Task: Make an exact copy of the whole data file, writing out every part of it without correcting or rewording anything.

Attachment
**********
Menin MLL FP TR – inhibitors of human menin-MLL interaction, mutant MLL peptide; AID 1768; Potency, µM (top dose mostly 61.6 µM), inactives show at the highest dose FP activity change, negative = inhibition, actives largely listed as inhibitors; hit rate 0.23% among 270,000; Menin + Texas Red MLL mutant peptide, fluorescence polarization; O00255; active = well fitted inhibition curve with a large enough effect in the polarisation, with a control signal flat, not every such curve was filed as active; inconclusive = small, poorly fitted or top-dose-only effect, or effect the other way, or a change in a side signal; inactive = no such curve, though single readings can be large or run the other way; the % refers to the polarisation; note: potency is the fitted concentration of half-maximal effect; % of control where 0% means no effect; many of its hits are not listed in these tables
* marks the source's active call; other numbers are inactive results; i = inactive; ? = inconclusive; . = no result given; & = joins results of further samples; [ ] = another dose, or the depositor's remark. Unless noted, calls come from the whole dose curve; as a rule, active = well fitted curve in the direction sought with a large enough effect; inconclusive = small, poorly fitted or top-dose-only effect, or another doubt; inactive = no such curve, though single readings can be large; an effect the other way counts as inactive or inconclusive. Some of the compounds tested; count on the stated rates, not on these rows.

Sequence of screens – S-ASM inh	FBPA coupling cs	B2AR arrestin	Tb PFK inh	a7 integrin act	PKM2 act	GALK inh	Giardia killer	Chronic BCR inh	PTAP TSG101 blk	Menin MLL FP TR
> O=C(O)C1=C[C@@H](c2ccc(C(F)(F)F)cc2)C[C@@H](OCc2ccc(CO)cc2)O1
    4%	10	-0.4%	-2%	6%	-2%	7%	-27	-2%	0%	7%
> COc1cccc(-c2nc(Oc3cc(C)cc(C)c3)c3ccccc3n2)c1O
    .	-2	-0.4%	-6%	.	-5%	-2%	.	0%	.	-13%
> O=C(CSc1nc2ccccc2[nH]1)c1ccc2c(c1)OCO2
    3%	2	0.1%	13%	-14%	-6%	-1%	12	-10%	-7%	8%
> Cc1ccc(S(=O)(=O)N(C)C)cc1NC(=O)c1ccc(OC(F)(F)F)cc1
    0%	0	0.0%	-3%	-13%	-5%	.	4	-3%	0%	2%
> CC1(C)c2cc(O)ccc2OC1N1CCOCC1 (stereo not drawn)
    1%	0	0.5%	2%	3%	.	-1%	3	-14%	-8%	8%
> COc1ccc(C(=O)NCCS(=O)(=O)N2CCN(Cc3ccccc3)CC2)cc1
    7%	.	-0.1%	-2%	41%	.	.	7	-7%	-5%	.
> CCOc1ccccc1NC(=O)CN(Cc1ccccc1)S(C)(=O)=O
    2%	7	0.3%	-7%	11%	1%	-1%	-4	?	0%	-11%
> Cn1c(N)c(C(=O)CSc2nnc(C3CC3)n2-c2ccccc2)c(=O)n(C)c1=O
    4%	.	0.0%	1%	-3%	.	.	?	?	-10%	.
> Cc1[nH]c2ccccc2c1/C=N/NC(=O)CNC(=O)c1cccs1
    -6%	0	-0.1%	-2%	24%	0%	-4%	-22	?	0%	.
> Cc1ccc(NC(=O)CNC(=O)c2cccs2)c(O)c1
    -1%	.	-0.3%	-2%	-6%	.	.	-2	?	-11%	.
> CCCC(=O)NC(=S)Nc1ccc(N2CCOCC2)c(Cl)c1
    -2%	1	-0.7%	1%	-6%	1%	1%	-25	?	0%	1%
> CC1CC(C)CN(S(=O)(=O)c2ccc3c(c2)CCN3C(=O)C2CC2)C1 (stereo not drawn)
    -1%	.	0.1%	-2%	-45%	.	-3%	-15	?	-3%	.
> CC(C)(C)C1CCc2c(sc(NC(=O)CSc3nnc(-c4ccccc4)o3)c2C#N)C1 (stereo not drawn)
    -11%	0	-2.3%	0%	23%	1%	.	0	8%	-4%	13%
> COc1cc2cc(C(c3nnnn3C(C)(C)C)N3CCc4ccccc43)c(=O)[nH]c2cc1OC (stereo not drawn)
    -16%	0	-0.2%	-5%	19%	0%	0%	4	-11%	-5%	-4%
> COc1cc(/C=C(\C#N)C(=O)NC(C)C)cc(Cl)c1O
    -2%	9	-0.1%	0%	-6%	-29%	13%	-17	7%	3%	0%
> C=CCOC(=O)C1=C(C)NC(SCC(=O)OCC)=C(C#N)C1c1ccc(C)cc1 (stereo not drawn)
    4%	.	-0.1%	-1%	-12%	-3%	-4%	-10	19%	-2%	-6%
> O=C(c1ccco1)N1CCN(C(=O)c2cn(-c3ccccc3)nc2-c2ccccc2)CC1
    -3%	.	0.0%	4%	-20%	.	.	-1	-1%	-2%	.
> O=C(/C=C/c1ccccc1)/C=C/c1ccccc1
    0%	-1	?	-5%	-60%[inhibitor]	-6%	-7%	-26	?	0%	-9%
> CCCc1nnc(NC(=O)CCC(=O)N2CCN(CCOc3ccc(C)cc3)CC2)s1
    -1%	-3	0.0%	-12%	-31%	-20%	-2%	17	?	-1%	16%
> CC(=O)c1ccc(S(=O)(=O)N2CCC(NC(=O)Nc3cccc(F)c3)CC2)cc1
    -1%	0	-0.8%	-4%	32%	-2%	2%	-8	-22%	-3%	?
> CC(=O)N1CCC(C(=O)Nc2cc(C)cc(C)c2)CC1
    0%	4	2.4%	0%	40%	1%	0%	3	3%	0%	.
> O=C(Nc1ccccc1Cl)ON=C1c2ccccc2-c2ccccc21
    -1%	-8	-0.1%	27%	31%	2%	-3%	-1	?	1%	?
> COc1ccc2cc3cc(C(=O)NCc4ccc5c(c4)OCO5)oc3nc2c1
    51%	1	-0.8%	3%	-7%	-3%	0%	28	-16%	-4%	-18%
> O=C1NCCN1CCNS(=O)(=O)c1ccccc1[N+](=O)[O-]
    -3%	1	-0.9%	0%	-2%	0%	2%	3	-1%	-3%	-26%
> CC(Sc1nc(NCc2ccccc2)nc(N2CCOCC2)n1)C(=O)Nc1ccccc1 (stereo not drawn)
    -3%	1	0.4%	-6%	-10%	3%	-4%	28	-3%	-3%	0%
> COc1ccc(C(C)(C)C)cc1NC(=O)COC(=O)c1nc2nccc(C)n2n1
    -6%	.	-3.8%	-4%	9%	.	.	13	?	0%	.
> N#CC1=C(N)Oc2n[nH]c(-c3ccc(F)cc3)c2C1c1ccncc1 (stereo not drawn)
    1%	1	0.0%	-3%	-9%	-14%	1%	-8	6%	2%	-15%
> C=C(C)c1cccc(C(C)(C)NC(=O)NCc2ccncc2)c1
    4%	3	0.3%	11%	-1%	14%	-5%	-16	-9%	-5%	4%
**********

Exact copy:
Menin MLL FP TR – inhibitors of human menin-MLL interaction, mutant MLL peptide; AID 1768; Potency, µM (top dose mostly 61.6 µM), inactives show at the highest dose FP activity change, negative = inhibition, actives largely listed as inhibitors; hit rate 0.23% among 270,000; Menin + Texas Red MLL mutant peptide, fluorescence polarization; O00255; active = well fitted inhibition curve with a large enough effect in the polarisation, with a control signal flat, not every such curve was filed as active; inconclusive = small, poorly fitted or top-dose-only effect, or effect the other way, or a change in a side signal; inactive = no such curve, though single readings can be large or run the other way; the % refers to the polarisation; note: potency is the fitted concentration of half-maximal effect; % of control where 0% means no effect; many of its hits are not listed in these tables
* marks the source's active call; other numbers are inactive results; i = inactive; ? = inconclusive; . = no result given; & = joins results of further samples; [ ] = another dose, or the depositor's remark. Unless noted, calls come from the whole dose curve; as a rule, active = well fitted curve in the direction sought with a large enough effect; inconclusive = small, poorly fitted or top-dose-only effect, or another doubt; inactive = no such curve, though single readings can be large; an effect the other way counts as inactive or inconclusive. Some of the compounds tested; count on the stated rates, not on these rows.

Sequence of screens – S-ASM inh	FBPA coupling cs	B2AR arrestin	Tb PFK inh	a7 integrin act	PKM2 act	GALK inh	Giardia killer	Chronic BCR inh	PTAP TSG101 blk	Menin MLL FP TR
> O=C(O)C1=C[C@@H](c2ccc(C(F)(F)F)cc2)C[C@@H](OCc2ccc(CO)cc2)O1
    4%	10	-0.4%	-2%	6%	-2%	7%	-27	-2%	0%	7%
> COc1cccc(-c2nc(Oc3cc(C)cc(C)c3)c3ccccc3n2)c1O
    .	-2	-0.4%	-6%	.	-5%	-2%	.	0%	.	-13%
> O=C(CSc1nc2ccccc2[nH]1)c1ccc2c(c1)OCO2
    3%	2	0.1%	13%	-14%	-6%	-1%	12	-10%	-7%	8%
> Cc1ccc(S(=O)(=O)N(C)C)cc1NC(=O)c1ccc(OC(F)(F)F)cc1
    0%	0	0.0%	-3%	-13%	-5%	.	4	-3%	0%	2%
> CC1(C)c2cc(O)ccc2OC1N1CCOCC1 (stereo not drawn)
    1%	0	0.5%	2%	3%	.	-1%	3	-14%	-8%	8%
> COc1ccc(C(=O)NCCS(=O)(=O)N2CCN(Cc3ccccc3)CC2)cc1
    7%	.	-0.1%	-2%	41%	.	.	7	-7%	-5%	.
> CCOc1ccccc1NC(=O)CN(Cc1ccccc1)S(C)(=O)=O
    2%	7	0.3%	-7%	11%	1%	-1%	-4	?	0%	-11%
> Cn1c(N)c(C(=O)CSc2nnc(C3CC3)n2-c2ccccc2)c(=O)n(C)c1=O
    4%	.	0.0%	1%	-3%	.	.	?	?	-10%	.
> Cc1[nH]c2ccccc2c1/C=N/NC(=O)CNC(=O)c1cccs1
    -6%	0	-0.1%	-2%	24%	0%	-4%	-22	?	0%	.
> Cc1ccc(NC(=O)CNC(=O)c2cccs2)c(O)c1
    -1%	.	-0.3%	-2%	-6%	.	.	-2	?	-11%	.
> CCCC(=O)NC(=S)Nc1ccc(N2CCOCC2)c(Cl)c1
    -2%	1	-0.7%	1%	-6%	1%	1%	-25	?	0%	1%
> CC1CC(C)CN(S(=O)(=O)c2ccc3c(c2)CCN3C(=O)C2CC2)C1 (stereo not drawn)
    -1%	.	0.1%	-2%	-45%	.	-3%	-15	?	-3%	.
> CC(C)(C)C1CCc2c(sc(NC(=O)CSc3nnc(-c4ccccc4)o3)c2C#N)C1 (stereo not drawn)
    -11%	0	-2.3%	0%	23%	1%	.	0	8%	-4%	13%
> COc1cc2cc(C(c3nnnn3C(C)(C)C)N3CCc4ccccc43)c(=O)[nH]c2cc1OC (stereo not drawn)
    -16%	0	-0.2%	-5%	19%	0%	0%	4	-11%	-5%	-4%
> COc1cc(/C=C(\C#N)C(=O)NC(C)C)cc(Cl)c1O
    -2%	9	-0.1%	0%	-6%	-29%	13%	-17	7%	3%	0%
> C=CCOC(=O)C1=C(C)NC(SCC(=O)OCC)=C(C#N)C1c1ccc(C)cc1 (stereo not drawn)
    4%	.	-0.1%	-1%	-12%	-3%	-4%	-10	19%	-2%	-6%
> O=C(c1ccco1)N1CCN(C(=O)c2cn(-c3ccccc3)nc2-c2ccccc2)CC1
    -3%	.	0.0%	4%	-20%	.	.	-1	-1%	-2%	.
> O=C(/C=C/c1ccccc1)/C=C/c1ccccc1
    0%	-1	?	-5%	-60%[inhibitor]	-6%	-7%	-26	?	0%	-9%
> CCCc1nnc(NC(=O)CCC(=O)N2CCN(CCOc3ccc(C)cc3)CC2)s1
    -1%	-3	0.0%	-12%	-31%	-20%	-2%	17	?	-1%	16%
> CC(=O)c1ccc(S(=O)(=O)N2CCC(NC(=O)Nc3cccc(F)c3)CC2)cc1
    -1%	0	-0.8%	-4%	32%	-2%	2%	-8	-22%	-3%	?
> CC(=O)N1CCC(C(=O)Nc2cc(C)cc(C)c2)CC1
    0%	4	2.4%	0%	40%	1%	0%	3	3%	0%	.
> O=C(Nc1ccccc1Cl)ON=C1c2ccccc2-c2ccccc21
    -1%	-8	-0.1%	27%	31%	2%	-3%	-1	?	1%	?
> COc1ccc2cc3cc(C(=O)NCc4ccc5c(c4)OCO5)oc3nc2c1
    51%	1	-0.8%	3%	-7%	-3%	0%	28	-16%	-4%	-18%
> O=C1NCCN1CCNS(=O)(=O)c1ccccc1[N+](=O)[O-]
    -3%	1	-0.9%	0%	-2%	0%	2%	3	-1%	-3%	-26%
> CC(Sc1nc(NCc2ccccc2)nc(N2CCOCC2)n1)C(=O)Nc1ccccc1 (stereo not drawn)
    -3%	1	0.4%	-6%	-10%	3%	-4%	28	-3%	-3%	0%
> COc1ccc(C(C)(C)C)cc1NC(=O)COC(=O)c1nc2nccc(C)n2n1
    -6%	.	-3.8%	-4%	9%	.	.	13	?	0%	.
> N#CC1=C(N)Oc2n[nH]c(-c3ccc(F)cc3)c2C1c1ccncc1 (stereo not drawn)
    1%	1	0.0%	-3%	-9%	-14%	1%	-8	6%	2%	-15%
> C=C(C)c1cccc(C(C)(C)NC(=O)NCc2ccncc2)c1
    4%	3	0.3%	11%	-1%	14%	-5%	-16	-9%	-5%	4%